The definition of “low-code, no-code” remains a subject of debate. For some, it is the ability for a so-called “citizen developer” who lacks the training and skills to develop software — to be able to rely on a platform to deploy code with the same level of competence as that of a professional software engineer. Others describe low-code, no-code as a way to rely on a platform that facilitates software development — while automating many of the tasks in a build — to both simplify the process for inexperienced developers and to save time and resources for experienced developers. In both cases in this increasingly crowded space, low-code, no-code makes the coding and software development process simpler and more automated as a result.
In the case of low-code, no-code platform provider gopaddle, the idea is to “unleash the power of a no-code platform for modern applications.” How low-code, no-code can be applied to Go-centric applications running in cloud native environments was the main subject of this The New Stack Makers podcast with Vinothini Raju, founder and CEO, gopaddle as the guest. The New Stack founder and publisher Alex Williams and TNS news editor Darryl Taft hosted the conversation.
A key feature for a low-code, no-code platform is to support first-time developers’ learning processes who might not have a complete idea of the best practices they need to build a full-fledged CRM software tool, for example, Raju said. First-time developers, or “repeated developers who want to get their applications up and running sooner” are target users. Even a first-time developer who does not have complete knowledge can get their software up and running in a much faster timeframe,” Raju said. “This is the same philosophy that we are applying when it comes to cloud native workloads, but with a broader problem statement here, because we are looking at a wide variety of development practices and applications. Also, the underlying infrastructure is going to be varied.”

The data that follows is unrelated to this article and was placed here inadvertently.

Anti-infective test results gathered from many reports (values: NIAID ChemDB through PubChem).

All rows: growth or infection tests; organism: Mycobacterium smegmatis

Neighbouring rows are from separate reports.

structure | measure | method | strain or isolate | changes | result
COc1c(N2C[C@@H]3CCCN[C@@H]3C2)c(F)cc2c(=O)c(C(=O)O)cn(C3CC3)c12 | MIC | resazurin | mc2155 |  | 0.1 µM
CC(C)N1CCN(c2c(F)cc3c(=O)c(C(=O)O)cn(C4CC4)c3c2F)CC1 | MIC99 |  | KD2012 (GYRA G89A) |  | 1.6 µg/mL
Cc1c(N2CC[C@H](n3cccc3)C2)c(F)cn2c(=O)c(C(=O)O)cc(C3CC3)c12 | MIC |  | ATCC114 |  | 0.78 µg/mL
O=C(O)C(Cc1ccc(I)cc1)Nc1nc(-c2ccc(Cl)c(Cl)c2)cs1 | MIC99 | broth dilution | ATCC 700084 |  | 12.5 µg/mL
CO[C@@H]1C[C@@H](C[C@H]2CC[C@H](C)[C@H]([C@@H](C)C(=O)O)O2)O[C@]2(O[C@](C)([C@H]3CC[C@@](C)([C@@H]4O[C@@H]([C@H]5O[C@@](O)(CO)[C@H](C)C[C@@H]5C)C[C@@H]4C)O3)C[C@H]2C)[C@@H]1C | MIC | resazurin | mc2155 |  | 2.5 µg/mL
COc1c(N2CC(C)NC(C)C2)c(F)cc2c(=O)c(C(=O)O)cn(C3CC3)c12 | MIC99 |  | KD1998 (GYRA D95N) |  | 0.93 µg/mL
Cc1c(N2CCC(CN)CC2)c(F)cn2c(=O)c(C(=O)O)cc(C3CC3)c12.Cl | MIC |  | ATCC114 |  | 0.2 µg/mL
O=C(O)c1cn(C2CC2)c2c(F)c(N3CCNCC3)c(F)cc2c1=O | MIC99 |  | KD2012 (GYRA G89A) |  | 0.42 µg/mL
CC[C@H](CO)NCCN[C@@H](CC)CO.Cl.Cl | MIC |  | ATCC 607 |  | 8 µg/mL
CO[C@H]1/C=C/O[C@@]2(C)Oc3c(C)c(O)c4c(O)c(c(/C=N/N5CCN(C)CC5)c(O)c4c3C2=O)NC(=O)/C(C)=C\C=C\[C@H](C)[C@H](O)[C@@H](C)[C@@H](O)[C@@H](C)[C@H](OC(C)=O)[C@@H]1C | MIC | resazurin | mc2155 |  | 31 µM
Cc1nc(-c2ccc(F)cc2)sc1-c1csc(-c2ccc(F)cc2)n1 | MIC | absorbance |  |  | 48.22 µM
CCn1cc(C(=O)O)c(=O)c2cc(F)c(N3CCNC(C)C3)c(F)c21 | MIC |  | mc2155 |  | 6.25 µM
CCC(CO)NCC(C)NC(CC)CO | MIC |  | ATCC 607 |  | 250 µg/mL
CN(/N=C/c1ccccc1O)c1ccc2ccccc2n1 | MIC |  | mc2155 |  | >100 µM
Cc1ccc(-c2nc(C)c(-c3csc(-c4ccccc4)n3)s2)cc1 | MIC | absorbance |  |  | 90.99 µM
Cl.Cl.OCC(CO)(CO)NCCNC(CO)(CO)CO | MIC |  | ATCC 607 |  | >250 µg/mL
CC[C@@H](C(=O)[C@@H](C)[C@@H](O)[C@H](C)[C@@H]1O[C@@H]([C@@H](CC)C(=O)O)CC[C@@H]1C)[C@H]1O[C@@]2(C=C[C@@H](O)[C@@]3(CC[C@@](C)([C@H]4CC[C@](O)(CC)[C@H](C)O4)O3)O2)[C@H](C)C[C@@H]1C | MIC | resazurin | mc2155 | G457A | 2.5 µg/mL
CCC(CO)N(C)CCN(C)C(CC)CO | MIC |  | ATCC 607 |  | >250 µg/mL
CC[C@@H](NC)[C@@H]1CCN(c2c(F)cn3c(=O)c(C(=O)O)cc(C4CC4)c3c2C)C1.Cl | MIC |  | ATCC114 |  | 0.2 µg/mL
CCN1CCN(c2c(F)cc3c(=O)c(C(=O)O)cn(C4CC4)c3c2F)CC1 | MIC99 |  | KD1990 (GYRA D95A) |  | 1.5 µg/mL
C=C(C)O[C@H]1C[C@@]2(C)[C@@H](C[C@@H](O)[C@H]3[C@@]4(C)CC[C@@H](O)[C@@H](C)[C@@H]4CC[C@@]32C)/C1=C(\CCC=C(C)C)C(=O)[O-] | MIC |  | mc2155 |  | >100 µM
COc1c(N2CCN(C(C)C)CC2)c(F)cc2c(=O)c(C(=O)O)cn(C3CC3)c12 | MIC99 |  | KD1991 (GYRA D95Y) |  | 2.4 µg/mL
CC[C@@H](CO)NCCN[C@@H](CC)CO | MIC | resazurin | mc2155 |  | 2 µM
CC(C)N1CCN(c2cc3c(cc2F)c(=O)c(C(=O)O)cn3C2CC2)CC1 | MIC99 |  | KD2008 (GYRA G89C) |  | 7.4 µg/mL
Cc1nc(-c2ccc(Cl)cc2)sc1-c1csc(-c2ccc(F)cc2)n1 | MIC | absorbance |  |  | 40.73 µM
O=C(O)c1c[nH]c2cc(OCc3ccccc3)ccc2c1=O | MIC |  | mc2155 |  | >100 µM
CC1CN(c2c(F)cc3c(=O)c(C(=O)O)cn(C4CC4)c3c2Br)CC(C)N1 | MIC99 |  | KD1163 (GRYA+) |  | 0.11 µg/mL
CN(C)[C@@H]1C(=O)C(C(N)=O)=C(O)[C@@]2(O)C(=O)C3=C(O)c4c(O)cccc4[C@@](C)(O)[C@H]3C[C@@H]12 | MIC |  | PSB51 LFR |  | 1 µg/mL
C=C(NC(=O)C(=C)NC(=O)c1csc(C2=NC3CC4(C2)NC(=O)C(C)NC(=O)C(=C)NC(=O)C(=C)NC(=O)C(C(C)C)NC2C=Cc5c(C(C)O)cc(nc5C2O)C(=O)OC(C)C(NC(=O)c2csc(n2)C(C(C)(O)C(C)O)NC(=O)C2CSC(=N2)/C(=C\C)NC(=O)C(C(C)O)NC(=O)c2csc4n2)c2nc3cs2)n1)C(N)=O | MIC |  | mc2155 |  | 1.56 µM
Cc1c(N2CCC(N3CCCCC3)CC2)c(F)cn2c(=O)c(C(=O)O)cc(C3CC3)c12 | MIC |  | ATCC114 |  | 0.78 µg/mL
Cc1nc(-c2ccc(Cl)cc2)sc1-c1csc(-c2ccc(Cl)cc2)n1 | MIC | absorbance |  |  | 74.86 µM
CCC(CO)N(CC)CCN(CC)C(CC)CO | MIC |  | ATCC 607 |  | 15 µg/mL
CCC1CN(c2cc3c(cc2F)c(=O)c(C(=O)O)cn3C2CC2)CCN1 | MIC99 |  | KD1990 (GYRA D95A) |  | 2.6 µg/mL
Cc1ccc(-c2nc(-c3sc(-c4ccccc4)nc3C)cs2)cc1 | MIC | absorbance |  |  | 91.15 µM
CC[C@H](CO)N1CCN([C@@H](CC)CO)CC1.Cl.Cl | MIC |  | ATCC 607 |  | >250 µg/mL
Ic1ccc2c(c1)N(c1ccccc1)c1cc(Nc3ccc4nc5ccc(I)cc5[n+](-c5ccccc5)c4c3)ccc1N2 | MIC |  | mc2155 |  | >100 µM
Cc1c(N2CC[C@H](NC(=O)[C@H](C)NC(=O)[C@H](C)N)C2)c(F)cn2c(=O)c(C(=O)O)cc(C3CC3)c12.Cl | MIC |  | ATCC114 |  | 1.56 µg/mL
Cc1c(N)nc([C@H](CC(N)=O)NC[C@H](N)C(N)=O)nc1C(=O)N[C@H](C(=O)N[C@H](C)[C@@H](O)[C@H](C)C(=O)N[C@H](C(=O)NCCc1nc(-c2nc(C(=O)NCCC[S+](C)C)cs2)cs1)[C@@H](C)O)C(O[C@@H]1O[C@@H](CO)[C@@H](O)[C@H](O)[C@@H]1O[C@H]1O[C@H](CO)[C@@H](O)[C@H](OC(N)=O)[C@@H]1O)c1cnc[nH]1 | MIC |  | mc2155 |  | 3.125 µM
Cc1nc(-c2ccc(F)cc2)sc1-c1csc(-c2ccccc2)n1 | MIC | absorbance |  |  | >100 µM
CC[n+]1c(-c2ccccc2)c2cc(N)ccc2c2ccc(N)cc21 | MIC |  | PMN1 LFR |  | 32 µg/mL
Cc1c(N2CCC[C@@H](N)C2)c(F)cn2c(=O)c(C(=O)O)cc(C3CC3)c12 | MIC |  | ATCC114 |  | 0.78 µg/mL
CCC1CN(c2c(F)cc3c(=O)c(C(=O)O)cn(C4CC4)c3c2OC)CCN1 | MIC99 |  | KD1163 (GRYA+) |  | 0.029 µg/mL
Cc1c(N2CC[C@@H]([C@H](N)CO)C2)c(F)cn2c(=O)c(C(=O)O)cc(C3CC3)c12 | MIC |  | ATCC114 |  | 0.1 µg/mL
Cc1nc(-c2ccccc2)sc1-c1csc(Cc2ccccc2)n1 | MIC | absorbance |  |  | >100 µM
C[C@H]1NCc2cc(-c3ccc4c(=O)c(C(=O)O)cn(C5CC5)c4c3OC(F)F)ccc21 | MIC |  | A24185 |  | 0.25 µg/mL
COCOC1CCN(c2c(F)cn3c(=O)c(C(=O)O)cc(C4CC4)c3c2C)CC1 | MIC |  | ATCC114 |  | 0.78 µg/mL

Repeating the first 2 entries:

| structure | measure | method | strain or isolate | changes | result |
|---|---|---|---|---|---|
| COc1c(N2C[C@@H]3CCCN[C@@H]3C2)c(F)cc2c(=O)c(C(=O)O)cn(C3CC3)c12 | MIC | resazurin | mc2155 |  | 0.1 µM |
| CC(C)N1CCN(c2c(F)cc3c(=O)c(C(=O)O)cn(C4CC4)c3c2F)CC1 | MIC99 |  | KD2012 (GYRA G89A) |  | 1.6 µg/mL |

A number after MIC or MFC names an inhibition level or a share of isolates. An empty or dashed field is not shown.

As mentioned above, many low-code, no-code platforms on offer have emerged, making it an increasingly crowded space. “There are a few low-code, no-code platforms that are emerging — so, the key differentiator for us is that we can onboard more comprehensive workloads,” Raju said. “Existing platforms today have some mechanism of getting your simple workloads up and running, but whether you can stitch all these services together and build more complex or a larger application [remains to be seen]… I see that our platform gives a mechanism to build more comprehensive application templates, similar to Helm charts.”
Gopaddle offers a “scaffolding mechanism” to serve as a foundation for “getting your applications onto a Docker or onto Kubernetes,” Raju said. While still in alpha, gopaddle’s Intelligence Scaffolding is able to suggest a Docker or Kubernetes profile from application source code, for example. “We can actually start from your source code, build your Docker file and your Kubernetes artifacts on the fly,” Raju said.
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